Plant family: Labiatae (Mint family)
Part used: leaf
Historical commentary: The mints are among the oldest herbs used in Europe; several species are used similarly, but peppermint is preferred. The essential oil is the most extensively used of all natural oils. Peppermint is a major beverage tea and is often used to flavor medicinal teas.
Digestive aid: Relieves gas and bloating (carminative), improves appetite and alleviates gastric insufficiency and distress (stomachic), promotes the flow of bile (promotes digestion of fats; may help alleviate fullness and constipation).
Antispasmodic: alleviates intestinal cramping (colic).
Diaphoretic: In large doses (and when accompanied by physically warming the body with blankets or hot bath) helps induce sweating. Sweating therapy has been used as a means of treating acute ailments, such as common cold and influenza.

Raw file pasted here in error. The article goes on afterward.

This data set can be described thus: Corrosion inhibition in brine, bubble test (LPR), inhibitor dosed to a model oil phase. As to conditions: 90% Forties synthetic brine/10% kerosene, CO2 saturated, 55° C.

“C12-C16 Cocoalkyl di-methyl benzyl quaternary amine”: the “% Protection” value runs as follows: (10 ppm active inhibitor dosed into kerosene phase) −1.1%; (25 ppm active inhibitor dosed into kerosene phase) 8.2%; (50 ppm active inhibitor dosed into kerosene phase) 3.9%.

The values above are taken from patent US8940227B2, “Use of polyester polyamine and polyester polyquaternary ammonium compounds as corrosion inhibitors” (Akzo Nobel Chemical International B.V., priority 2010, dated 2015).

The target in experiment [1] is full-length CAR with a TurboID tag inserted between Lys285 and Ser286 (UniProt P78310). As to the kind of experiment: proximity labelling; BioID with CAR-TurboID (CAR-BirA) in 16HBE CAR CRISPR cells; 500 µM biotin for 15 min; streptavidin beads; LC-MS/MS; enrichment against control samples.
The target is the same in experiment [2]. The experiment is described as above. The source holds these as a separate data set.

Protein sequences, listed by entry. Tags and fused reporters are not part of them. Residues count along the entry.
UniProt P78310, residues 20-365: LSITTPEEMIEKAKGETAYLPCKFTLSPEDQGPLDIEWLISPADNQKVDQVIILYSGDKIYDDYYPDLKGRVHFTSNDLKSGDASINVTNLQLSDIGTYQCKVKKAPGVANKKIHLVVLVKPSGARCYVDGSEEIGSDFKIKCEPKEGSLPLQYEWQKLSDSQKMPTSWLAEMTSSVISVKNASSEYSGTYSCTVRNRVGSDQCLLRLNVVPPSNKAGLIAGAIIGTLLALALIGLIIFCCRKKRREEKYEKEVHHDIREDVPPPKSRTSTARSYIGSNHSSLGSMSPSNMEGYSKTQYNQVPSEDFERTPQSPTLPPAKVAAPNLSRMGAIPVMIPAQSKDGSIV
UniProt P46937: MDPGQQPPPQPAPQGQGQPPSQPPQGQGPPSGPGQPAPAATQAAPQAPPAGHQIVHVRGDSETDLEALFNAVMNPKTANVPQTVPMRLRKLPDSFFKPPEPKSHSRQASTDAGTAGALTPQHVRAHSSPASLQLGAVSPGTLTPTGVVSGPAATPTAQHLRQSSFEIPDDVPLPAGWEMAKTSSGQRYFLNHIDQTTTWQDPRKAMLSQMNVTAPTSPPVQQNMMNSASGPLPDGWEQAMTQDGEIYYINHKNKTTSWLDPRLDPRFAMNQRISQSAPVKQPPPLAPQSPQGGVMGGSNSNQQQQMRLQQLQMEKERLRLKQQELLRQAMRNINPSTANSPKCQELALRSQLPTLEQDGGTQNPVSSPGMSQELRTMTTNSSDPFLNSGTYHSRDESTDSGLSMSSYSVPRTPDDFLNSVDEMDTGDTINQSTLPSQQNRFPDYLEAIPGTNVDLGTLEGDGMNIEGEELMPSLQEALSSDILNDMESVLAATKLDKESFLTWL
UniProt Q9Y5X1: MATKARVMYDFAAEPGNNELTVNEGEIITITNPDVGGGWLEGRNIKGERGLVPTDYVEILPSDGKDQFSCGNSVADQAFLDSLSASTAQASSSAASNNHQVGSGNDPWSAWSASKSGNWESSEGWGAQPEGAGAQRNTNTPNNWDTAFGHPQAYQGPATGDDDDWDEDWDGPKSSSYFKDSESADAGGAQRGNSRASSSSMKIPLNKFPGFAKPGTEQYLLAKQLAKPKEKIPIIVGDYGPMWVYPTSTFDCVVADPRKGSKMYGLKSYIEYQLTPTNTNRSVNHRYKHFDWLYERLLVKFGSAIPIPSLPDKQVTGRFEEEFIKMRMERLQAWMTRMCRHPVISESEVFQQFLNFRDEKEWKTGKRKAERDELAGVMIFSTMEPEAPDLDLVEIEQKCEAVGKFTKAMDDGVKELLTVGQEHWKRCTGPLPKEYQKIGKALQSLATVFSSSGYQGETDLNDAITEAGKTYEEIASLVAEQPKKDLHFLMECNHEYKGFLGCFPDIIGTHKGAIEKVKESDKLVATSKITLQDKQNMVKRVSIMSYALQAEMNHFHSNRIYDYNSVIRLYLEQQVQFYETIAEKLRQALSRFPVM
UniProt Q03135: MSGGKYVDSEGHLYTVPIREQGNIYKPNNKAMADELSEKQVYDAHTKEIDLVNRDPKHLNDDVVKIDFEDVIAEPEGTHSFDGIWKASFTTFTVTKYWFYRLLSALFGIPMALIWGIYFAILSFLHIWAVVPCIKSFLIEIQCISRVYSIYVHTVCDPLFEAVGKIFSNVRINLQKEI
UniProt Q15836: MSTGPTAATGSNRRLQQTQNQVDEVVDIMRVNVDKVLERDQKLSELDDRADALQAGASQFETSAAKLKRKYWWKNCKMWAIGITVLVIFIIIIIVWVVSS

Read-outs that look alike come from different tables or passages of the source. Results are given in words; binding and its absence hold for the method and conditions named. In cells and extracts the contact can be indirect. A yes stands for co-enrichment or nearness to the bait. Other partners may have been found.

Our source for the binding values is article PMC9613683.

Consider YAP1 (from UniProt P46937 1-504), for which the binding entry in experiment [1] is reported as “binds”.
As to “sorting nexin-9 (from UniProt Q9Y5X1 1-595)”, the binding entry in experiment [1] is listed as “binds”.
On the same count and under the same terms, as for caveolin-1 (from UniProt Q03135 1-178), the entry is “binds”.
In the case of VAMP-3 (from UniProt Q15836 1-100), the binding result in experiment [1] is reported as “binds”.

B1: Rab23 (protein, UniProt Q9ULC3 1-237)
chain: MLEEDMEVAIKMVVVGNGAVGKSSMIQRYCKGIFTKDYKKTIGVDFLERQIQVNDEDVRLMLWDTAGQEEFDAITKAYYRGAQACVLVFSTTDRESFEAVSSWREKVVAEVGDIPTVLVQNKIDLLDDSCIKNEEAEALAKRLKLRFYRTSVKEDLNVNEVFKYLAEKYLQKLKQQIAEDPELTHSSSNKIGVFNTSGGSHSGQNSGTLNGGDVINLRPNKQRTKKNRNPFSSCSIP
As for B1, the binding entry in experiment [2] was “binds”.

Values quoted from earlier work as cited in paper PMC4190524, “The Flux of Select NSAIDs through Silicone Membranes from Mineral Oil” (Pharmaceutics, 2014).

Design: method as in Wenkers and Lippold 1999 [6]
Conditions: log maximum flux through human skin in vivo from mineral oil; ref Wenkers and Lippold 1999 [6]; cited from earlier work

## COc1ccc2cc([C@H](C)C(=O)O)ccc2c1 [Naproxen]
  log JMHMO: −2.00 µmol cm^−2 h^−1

Modern findings: The herb has antibacterial, antipyretic, antispasmodic, and anti-inflammatory actions, mainly due to its essential oil content.
Dosage: 3-6 grams; lesser amounts in formulas.
Active constituents: The volatile oil, comprised mainly of menthol and menthyl acetate, is responsible for virtually all its medicinal effects and has been used, as an isolate, for the same purposes (a few drops taken internally; also applied topically).
Cautions: None noted.
Künzle Formulas: Tea for Tension, Tea for Mood, Tea for Sleep, Tea for Digestion, Slimming Tea, Tea for Colds, Tea for Flu.